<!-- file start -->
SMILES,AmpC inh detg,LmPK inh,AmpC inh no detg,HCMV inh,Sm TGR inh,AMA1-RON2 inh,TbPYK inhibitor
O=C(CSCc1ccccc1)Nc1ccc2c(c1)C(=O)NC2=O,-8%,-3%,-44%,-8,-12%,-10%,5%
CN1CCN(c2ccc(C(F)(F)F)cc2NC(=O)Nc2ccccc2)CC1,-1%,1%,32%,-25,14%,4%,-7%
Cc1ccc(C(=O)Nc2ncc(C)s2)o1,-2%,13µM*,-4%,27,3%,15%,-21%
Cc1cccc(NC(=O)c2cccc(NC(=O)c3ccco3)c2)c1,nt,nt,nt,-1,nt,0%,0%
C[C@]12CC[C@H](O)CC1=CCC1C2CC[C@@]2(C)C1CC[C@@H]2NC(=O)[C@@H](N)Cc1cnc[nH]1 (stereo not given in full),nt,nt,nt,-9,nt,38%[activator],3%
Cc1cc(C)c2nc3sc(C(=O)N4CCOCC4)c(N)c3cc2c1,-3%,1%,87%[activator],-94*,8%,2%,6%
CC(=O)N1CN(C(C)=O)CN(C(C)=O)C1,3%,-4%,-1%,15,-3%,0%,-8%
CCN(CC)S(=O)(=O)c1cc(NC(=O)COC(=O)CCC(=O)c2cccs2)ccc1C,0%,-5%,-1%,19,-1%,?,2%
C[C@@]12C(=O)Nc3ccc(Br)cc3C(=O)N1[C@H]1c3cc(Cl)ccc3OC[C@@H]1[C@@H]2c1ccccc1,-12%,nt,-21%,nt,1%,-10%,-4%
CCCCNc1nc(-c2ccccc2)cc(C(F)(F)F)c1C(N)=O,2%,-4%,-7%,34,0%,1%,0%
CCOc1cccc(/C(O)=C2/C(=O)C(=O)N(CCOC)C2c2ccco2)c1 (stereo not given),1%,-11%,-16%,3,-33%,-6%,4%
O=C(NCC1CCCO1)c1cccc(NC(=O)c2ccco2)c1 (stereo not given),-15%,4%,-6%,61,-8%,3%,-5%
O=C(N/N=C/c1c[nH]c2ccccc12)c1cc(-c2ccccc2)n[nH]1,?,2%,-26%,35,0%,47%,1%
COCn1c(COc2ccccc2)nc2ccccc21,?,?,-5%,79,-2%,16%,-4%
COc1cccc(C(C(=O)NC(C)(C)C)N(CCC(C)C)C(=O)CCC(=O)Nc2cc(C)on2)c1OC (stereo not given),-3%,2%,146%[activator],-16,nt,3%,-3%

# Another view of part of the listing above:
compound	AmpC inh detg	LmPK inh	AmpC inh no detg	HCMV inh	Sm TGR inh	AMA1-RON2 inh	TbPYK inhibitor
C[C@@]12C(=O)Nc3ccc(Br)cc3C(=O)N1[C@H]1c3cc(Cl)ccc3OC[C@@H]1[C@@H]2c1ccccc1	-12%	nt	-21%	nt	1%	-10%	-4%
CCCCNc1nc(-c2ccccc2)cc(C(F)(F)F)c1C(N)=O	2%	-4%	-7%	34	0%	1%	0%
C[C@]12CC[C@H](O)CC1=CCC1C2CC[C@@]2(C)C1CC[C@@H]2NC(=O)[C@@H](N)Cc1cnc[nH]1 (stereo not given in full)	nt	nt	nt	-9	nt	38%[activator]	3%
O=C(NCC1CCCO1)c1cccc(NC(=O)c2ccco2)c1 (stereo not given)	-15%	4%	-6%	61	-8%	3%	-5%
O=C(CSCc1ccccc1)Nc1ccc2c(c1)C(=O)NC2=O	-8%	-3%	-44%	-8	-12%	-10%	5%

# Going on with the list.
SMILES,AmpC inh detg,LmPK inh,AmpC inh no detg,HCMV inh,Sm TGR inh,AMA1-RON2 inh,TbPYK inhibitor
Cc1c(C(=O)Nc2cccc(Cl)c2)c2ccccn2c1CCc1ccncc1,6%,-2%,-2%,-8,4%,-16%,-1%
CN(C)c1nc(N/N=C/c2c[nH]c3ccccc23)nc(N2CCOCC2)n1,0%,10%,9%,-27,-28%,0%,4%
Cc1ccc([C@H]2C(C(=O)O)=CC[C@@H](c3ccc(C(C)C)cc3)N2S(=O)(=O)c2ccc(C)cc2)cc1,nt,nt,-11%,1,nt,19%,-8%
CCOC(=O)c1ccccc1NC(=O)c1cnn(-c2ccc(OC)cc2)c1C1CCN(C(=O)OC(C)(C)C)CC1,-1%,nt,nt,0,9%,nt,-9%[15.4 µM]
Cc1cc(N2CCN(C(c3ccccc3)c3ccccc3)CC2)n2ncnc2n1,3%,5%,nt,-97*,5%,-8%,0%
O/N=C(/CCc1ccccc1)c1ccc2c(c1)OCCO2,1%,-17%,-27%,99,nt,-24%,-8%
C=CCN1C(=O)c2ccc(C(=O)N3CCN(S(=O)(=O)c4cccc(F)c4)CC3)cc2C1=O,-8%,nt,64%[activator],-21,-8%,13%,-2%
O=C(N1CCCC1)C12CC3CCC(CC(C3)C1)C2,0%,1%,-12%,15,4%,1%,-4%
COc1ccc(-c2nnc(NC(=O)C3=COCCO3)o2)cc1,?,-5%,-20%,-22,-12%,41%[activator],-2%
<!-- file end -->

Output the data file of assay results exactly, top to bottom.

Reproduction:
SMILES,AmpC inh detg,LmPK inh,AmpC inh no detg,HCMV inh,Sm TGR inh,AMA1-RON2 inh,TbPYK inhibitor
O=C(CSCc1ccccc1)Nc1ccc2c(c1)C(=O)NC2=O,-8%,-3%,-44%,-8,-12%,-10%,5%
CN1CCN(c2ccc(C(F)(F)F)cc2NC(=O)Nc2ccccc2)CC1,-1%,1%,32%,-25,14%,4%,-7%
Cc1ccc(C(=O)Nc2ncc(C)s2)o1,-2%,13µM*,-4%,27,3%,15%,-21%
Cc1cccc(NC(=O)c2cccc(NC(=O)c3ccco3)c2)c1,nt,nt,nt,-1,nt,0%,0%
C[C@]12CC[C@H](O)CC1=CCC1C2CC[C@@]2(C)C1CC[C@@H]2NC(=O)[C@@H](N)Cc1cnc[nH]1 (stereo not given in full),nt,nt,nt,-9,nt,38%[activator],3%
Cc1cc(C)c2nc3sc(C(=O)N4CCOCC4)c(N)c3cc2c1,-3%,1%,87%[activator],-94*,8%,2%,6%
CC(=O)N1CN(C(C)=O)CN(C(C)=O)C1,3%,-4%,-1%,15,-3%,0%,-8%
CCN(CC)S(=O)(=O)c1cc(NC(=O)COC(=O)CCC(=O)c2cccs2)ccc1C,0%,-5%,-1%,19,-1%,?,2%
C[C@@]12C(=O)Nc3ccc(Br)cc3C(=O)N1[C@H]1c3cc(Cl)ccc3OC[C@@H]1[C@@H]2c1ccccc1,-12%,nt,-21%,nt,1%,-10%,-4%
CCCCNc1nc(-c2ccccc2)cc(C(F)(F)F)c1C(N)=O,2%,-4%,-7%,34,0%,1%,0%
CCOc1cccc(/C(O)=C2/C(=O)C(=O)N(CCOC)C2c2ccco2)c1 (stereo not given),1%,-11%,-16%,3,-33%,-6%,4%
O=C(NCC1CCCO1)c1cccc(NC(=O)c2ccco2)c1 (stereo not given),-15%,4%,-6%,61,-8%,3%,-5%
O=C(N/N=C/c1c[nH]c2ccccc12)c1cc(-c2ccccc2)n[nH]1,?,2%,-26%,35,0%,47%,1%
COCn1c(COc2ccccc2)nc2ccccc21,?,?,-5%,79,-2%,16%,-4%
COc1cccc(C(C(=O)NC(C)(C)C)N(CCC(C)C)C(=O)CCC(=O)Nc2cc(C)on2)c1OC (stereo not given),-3%,2%,146%[activator],-16,nt,3%,-3%

# Another view of part of the listing above:
compound	AmpC inh detg	LmPK inh	AmpC inh no detg	HCMV inh	Sm TGR inh	AMA1-RON2 inh	TbPYK inhibitor
C[C@@]12C(=O)Nc3ccc(Br)cc3C(=O)N1[C@H]1c3cc(Cl)ccc3OC[C@@H]1[C@@H]2c1ccccc1	-12%	nt	-21%	nt	1%	-10%	-4%
CCCCNc1nc(-c2ccccc2)cc(C(F)(F)F)c1C(N)=O	2%	-4%	-7%	34	0%	1%	0%
C[C@]12CC[C@H](O)CC1=CCC1C2CC[C@@]2(C)C1CC[C@@H]2NC(=O)[C@@H](N)Cc1cnc[nH]1 (stereo not given in full)	nt	nt	nt	-9	nt	38%[activator]	3%
O=C(NCC1CCCO1)c1cccc(NC(=O)c2ccco2)c1 (stereo not given)	-15%	4%	-6%	61	-8%	3%	-5%
O=C(CSCc1ccccc1)Nc1ccc2c(c1)C(=O)NC2=O	-8%	-3%	-44%	-8	-12%	-10%	5%

# Going on with the list.
SMILES,AmpC inh detg,LmPK inh,AmpC inh no detg,HCMV inh,Sm TGR inh,AMA1-RON2 inh,TbPYK inhibitor
Cc1c(C(=O)Nc2cccc(Cl)c2)c2ccccn2c1CCc1ccncc1,6%,-2%,-2%,-8,4%,-16%,-1%
CN(C)c1nc(N/N=C/c2c[nH]c3ccccc23)nc(N2CCOCC2)n1,0%,10%,9%,-27,-28%,0%,4%
Cc1ccc([C@H]2C(C(=O)O)=CC[C@@H](c3ccc(C(C)C)cc3)N2S(=O)(=O)c2ccc(C)cc2)cc1,nt,nt,-11%,1,nt,19%,-8%
CCOC(=O)c1ccccc1NC(=O)c1cnn(-c2ccc(OC)cc2)c1C1CCN(C(=O)OC(C)(C)C)CC1,-1%,nt,nt,0,9%,nt,-9%[15.4 µM]
Cc1cc(N2CCN(C(c3ccccc3)c3ccccc3)CC2)n2ncnc2n1,3%,5%,nt,-97*,5%,-8%,0%
O/N=C(/CCc1ccccc1)c1ccc2c(c1)OCCO2,1%,-17%,-27%,99,nt,-24%,-8%
C=CCN1C(=O)c2ccc(C(=O)N3CCN(S(=O)(=O)c4cccc(F)c4)CC3)cc2C1=O,-8%,nt,64%[activator],-21,-8%,13%,-2%
O=C(N1CCCC1)C12CC3CCC(CC(C3)C1)C2,0%,1%,-12%,15,4%,1%,-4%
COc1ccc(-c2nnc(NC(=O)C3=COCCO3)o2)cc1,?,-5%,-20%,-22,-12%,41%[activator],-2%